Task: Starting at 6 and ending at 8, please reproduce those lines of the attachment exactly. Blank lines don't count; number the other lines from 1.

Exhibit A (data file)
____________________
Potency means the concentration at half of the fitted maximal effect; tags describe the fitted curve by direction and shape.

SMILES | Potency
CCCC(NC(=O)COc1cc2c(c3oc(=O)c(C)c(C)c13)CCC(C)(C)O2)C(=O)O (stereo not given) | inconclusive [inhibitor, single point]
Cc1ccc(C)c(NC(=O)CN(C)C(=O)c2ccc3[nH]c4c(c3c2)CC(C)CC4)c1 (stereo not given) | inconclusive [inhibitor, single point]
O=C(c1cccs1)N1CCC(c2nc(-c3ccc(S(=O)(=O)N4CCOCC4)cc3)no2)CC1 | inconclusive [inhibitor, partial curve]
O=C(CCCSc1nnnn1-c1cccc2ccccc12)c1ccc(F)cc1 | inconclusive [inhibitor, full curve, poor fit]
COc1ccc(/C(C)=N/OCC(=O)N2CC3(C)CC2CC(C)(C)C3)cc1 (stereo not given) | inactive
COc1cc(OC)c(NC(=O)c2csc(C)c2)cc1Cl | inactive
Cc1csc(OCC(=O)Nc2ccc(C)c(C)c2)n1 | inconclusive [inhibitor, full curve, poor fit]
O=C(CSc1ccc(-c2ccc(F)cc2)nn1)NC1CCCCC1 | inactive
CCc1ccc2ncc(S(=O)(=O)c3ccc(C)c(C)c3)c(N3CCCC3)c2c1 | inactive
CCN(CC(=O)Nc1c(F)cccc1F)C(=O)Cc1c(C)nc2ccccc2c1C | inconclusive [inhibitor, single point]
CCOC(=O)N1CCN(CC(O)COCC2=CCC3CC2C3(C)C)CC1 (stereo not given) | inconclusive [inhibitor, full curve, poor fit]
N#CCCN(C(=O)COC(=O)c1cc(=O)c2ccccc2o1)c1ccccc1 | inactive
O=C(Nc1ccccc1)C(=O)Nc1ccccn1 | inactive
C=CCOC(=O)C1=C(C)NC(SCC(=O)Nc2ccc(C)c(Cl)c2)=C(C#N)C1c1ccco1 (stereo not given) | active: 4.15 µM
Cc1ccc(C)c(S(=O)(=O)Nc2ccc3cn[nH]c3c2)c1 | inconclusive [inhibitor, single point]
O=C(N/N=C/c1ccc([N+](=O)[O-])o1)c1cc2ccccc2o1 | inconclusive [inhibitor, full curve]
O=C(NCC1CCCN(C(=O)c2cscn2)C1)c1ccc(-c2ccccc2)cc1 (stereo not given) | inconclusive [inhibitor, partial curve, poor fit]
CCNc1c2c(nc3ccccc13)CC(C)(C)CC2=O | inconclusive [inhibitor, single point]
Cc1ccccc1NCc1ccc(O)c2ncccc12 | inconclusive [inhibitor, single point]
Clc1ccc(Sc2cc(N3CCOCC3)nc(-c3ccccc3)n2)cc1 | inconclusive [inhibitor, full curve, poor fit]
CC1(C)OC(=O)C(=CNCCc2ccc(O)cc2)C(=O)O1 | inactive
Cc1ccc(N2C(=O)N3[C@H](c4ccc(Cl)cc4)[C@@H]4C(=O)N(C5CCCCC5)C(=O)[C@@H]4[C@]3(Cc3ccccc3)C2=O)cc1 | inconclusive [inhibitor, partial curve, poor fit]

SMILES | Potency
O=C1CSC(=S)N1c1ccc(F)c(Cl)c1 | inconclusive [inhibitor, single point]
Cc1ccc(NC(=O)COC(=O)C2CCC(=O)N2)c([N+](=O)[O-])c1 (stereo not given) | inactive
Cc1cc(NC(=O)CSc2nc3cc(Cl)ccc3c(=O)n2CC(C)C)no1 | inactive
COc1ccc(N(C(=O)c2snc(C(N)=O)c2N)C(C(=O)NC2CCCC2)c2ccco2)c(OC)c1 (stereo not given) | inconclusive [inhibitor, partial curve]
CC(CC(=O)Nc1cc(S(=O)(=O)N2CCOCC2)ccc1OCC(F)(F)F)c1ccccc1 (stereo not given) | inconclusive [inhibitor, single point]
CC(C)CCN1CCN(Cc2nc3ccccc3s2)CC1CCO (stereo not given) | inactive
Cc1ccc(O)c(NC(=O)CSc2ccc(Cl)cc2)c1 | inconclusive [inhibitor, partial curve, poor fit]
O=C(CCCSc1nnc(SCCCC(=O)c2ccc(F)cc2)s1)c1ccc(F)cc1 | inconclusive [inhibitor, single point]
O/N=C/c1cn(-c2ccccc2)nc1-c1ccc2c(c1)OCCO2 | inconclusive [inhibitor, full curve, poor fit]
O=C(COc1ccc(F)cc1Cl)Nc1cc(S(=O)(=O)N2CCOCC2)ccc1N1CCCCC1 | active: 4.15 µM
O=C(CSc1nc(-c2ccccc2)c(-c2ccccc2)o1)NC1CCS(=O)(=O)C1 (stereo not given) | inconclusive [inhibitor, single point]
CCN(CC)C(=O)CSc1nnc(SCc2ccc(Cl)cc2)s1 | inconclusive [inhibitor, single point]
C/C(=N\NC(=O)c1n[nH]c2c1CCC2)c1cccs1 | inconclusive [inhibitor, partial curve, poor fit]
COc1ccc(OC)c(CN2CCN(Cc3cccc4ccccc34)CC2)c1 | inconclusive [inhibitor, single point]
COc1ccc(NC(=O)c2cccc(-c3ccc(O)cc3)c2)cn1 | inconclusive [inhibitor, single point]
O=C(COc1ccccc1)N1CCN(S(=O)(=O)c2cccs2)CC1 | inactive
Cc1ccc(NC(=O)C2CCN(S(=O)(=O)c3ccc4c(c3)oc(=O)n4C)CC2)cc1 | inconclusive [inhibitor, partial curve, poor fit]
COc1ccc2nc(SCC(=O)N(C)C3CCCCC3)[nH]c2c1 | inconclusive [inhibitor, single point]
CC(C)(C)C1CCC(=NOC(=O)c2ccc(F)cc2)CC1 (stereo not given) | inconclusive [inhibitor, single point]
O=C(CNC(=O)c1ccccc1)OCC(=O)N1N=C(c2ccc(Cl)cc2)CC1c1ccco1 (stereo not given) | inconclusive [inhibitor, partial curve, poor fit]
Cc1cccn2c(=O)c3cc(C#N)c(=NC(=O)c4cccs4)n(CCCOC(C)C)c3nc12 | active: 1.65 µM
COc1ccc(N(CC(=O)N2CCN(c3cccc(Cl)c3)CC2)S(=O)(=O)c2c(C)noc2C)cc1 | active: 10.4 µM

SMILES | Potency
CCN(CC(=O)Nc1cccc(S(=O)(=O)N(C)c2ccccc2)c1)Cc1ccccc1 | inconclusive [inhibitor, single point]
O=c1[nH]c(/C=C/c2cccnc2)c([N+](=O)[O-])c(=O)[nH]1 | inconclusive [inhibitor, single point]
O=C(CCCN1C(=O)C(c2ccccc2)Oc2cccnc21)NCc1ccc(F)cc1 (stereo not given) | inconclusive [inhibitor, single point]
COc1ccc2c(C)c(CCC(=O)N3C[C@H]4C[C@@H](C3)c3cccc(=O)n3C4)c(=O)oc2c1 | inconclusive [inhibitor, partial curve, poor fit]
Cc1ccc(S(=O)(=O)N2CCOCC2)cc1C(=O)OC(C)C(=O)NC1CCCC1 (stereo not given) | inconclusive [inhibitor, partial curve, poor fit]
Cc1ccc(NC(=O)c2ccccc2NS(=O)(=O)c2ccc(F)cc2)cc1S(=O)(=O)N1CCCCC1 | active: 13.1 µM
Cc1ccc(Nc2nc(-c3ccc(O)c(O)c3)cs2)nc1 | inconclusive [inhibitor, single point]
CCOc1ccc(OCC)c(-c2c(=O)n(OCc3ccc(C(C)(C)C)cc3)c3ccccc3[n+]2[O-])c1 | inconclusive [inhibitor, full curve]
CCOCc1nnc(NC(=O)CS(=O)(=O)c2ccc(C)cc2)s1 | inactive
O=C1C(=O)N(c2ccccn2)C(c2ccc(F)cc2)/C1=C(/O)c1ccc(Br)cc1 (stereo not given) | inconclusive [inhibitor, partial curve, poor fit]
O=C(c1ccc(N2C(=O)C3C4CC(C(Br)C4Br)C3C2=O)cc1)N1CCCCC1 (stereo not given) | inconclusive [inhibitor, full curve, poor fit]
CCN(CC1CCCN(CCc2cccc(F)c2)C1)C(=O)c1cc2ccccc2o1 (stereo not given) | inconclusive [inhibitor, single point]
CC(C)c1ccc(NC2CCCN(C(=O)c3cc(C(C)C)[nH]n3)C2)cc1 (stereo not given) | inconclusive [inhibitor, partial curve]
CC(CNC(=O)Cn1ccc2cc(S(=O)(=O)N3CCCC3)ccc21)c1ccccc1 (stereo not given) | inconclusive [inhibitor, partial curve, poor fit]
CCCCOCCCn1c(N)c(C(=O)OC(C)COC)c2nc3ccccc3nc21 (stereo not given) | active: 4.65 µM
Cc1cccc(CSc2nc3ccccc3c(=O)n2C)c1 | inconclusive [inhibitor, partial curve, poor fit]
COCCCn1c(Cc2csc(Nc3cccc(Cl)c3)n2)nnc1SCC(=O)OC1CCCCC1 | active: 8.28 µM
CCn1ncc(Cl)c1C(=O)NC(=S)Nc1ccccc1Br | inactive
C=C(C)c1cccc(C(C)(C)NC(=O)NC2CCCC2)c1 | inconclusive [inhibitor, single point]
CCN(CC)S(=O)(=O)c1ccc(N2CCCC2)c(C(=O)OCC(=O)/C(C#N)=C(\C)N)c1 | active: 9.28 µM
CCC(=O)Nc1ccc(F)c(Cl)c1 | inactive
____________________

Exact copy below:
O=C(CCCSc1nnnn1-c1cccc2ccccc12)c1ccc(F)cc1 | inconclusive [inhibitor, full curve, poor fit]
COc1ccc(/C(C)=N/OCC(=O)N2CC3(C)CC2CC(C)(C)C3)cc1 (stereo not given) | inactive
COc1cc(OC)c(NC(=O)c2csc(C)c2)cc1Cl | inactive